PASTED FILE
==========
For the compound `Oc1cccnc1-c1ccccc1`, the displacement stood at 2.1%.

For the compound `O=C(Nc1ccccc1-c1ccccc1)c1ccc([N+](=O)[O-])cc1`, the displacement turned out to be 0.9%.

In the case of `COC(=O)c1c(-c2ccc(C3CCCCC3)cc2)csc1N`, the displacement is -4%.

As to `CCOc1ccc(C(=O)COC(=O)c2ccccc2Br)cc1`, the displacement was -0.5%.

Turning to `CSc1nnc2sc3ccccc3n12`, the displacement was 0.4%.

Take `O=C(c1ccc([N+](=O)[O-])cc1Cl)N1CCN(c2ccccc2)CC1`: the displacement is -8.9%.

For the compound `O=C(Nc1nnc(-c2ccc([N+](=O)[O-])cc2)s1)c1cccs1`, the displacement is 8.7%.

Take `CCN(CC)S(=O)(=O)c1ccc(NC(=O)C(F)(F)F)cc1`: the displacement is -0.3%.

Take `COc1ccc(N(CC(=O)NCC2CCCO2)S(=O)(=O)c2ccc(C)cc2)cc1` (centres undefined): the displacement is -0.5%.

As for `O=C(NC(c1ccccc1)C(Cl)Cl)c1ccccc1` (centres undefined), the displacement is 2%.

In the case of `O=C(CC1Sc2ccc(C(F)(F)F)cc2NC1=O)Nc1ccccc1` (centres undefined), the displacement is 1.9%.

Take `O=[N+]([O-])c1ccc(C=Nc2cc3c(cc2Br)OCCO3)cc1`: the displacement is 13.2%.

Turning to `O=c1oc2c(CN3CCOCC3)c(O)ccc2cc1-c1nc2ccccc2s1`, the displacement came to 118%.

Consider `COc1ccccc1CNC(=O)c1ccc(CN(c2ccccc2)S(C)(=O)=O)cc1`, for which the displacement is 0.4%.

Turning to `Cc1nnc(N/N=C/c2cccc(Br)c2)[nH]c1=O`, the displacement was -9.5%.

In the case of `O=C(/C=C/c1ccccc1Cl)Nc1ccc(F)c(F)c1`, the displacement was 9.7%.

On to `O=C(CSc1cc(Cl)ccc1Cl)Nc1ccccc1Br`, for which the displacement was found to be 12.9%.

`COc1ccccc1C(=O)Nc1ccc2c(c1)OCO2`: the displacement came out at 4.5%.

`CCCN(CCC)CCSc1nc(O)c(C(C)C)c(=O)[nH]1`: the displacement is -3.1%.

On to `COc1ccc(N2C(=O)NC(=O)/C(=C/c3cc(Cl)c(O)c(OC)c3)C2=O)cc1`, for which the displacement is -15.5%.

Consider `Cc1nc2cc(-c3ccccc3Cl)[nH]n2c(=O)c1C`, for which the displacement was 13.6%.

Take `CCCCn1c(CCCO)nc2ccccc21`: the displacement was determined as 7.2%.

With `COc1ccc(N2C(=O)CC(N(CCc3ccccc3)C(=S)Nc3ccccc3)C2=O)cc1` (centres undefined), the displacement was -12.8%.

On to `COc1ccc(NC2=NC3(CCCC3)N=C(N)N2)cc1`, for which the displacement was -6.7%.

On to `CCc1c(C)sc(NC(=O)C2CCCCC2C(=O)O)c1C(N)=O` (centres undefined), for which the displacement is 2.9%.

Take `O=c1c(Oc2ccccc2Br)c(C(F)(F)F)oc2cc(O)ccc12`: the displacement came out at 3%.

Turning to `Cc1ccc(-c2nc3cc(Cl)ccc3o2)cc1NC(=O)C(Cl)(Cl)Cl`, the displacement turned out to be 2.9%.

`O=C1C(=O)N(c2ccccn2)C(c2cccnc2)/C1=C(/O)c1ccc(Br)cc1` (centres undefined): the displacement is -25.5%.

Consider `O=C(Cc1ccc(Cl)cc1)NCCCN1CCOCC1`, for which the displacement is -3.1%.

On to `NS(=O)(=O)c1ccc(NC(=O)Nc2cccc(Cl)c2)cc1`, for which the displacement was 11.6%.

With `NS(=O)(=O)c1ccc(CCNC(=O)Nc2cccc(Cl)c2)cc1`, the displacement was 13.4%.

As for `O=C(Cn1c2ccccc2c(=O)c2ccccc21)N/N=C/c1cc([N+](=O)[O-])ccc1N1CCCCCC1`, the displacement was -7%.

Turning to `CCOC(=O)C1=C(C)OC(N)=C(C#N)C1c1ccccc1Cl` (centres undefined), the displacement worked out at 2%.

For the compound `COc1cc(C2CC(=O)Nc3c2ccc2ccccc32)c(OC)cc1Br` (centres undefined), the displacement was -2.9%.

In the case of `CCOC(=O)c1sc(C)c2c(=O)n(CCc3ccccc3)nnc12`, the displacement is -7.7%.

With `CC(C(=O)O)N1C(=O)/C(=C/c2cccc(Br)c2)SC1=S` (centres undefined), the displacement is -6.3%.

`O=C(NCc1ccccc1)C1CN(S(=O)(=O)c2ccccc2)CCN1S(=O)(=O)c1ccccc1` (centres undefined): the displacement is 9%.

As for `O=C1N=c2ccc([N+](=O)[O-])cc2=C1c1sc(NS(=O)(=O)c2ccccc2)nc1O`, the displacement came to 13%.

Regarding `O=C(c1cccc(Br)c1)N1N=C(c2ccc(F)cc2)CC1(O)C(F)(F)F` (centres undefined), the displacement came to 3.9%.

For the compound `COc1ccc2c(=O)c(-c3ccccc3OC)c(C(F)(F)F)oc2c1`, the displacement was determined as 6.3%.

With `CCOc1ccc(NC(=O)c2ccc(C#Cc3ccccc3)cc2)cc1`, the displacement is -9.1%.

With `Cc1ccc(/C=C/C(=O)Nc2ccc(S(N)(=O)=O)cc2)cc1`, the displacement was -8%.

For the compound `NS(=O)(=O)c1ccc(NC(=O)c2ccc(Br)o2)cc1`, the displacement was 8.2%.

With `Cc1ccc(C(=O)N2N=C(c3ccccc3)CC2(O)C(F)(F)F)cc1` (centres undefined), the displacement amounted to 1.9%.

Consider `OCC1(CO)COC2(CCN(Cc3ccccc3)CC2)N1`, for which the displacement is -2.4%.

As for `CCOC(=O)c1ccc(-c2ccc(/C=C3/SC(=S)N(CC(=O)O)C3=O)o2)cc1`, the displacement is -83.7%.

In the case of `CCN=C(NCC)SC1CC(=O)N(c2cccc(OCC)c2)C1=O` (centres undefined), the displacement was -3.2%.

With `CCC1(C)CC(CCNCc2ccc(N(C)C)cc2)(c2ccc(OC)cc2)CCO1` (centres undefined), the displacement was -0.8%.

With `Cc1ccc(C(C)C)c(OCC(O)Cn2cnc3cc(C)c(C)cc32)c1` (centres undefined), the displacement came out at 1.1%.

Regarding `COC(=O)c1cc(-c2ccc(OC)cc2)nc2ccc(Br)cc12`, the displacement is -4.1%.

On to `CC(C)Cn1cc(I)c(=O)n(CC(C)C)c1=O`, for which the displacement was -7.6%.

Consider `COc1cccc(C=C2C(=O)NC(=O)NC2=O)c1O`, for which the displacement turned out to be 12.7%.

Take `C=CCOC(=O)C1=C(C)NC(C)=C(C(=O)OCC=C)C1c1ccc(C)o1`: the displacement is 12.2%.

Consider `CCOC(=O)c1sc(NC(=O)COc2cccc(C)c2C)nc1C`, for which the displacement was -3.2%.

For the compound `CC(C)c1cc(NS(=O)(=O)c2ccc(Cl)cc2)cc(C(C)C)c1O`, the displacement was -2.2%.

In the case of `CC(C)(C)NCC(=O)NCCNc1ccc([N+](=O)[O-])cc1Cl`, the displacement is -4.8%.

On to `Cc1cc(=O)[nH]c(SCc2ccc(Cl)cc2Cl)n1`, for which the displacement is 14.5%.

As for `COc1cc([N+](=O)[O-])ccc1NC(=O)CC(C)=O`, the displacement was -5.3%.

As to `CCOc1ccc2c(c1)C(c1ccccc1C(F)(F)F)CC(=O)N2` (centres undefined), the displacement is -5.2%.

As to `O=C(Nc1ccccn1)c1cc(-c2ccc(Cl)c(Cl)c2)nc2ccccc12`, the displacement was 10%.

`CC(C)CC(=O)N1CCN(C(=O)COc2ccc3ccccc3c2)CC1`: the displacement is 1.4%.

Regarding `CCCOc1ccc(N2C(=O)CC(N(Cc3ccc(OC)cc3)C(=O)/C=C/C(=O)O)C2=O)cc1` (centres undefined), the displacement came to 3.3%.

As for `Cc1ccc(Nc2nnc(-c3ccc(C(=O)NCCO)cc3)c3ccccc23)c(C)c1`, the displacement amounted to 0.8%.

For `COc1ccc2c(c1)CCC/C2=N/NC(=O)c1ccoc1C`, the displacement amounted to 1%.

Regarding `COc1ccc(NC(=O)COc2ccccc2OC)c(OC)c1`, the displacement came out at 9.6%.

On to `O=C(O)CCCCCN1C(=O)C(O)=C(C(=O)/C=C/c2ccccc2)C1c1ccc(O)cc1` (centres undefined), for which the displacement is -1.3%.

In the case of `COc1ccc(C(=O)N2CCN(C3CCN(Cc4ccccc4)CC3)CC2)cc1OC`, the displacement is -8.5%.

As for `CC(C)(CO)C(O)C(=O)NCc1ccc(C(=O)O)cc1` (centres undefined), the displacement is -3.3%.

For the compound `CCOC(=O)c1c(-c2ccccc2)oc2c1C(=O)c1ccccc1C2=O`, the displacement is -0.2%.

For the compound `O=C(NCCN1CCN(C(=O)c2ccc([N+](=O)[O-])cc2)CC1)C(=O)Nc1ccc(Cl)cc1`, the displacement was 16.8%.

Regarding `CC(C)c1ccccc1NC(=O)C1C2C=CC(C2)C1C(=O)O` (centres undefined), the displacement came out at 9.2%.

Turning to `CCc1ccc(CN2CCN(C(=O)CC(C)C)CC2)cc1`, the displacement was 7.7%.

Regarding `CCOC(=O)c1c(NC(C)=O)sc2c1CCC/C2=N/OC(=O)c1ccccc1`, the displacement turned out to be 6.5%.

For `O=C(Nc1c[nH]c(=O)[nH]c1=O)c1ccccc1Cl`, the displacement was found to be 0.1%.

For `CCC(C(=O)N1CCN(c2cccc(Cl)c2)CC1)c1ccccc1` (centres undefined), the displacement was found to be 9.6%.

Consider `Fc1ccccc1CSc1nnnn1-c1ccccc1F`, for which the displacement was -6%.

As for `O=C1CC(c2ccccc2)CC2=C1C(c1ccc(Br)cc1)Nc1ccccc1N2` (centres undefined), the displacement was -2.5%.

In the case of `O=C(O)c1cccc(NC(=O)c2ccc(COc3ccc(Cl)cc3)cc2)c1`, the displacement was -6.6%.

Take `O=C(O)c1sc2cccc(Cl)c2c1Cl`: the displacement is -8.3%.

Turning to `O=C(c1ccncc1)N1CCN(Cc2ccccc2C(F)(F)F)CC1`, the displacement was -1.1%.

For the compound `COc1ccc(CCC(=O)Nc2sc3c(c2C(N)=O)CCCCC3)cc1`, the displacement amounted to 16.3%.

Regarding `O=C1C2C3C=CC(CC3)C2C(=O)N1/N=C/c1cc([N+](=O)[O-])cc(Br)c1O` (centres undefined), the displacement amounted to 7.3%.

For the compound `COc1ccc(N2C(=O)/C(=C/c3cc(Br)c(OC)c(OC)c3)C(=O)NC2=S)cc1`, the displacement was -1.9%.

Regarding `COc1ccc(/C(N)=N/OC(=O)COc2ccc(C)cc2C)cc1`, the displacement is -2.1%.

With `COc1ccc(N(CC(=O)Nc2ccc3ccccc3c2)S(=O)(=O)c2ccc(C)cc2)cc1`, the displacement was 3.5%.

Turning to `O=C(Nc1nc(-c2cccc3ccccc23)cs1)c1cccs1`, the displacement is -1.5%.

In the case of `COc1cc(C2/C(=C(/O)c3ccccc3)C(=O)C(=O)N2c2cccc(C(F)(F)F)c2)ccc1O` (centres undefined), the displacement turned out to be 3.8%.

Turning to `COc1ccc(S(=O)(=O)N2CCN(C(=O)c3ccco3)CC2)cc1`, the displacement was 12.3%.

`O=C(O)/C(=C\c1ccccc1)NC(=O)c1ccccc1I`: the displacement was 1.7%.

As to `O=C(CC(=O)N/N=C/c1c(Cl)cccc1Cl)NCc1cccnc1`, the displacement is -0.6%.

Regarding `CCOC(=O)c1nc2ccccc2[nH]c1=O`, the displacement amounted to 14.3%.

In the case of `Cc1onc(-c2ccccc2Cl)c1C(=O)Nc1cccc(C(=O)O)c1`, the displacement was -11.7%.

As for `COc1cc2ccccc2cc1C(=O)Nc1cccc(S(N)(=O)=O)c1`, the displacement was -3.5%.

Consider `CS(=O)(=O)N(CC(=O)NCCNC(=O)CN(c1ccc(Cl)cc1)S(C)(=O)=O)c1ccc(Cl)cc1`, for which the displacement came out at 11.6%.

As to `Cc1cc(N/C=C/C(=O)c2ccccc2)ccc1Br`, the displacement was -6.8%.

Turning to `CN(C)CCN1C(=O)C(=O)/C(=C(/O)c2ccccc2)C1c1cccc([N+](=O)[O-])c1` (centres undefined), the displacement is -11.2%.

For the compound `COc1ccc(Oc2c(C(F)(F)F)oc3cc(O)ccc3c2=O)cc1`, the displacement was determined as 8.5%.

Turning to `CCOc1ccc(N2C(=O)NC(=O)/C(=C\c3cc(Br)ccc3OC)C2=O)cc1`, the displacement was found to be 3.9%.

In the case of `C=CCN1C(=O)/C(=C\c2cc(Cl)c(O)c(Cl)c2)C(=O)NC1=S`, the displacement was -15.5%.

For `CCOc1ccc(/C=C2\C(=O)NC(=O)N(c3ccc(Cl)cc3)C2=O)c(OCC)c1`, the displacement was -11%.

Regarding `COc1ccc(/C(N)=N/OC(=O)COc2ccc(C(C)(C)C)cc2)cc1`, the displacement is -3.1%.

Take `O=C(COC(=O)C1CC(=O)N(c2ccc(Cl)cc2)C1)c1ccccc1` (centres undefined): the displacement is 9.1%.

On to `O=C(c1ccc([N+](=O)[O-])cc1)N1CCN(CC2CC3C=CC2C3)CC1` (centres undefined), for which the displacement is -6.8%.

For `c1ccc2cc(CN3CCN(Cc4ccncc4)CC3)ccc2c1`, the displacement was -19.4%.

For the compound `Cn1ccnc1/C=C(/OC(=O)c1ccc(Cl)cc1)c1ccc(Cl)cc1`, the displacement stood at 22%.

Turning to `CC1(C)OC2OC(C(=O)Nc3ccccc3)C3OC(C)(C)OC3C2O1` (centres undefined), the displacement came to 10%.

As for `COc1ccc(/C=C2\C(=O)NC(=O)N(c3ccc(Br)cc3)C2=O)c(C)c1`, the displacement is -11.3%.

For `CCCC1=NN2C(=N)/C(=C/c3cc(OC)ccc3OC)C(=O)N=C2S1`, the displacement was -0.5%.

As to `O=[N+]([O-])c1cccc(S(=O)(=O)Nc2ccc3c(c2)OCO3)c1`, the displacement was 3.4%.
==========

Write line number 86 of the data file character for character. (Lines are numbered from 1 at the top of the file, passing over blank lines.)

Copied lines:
Turning to `O=C(Nc1nc(-c2cccc3ccccc23)cs1)c1cccs1`, the displacement is -1.5%.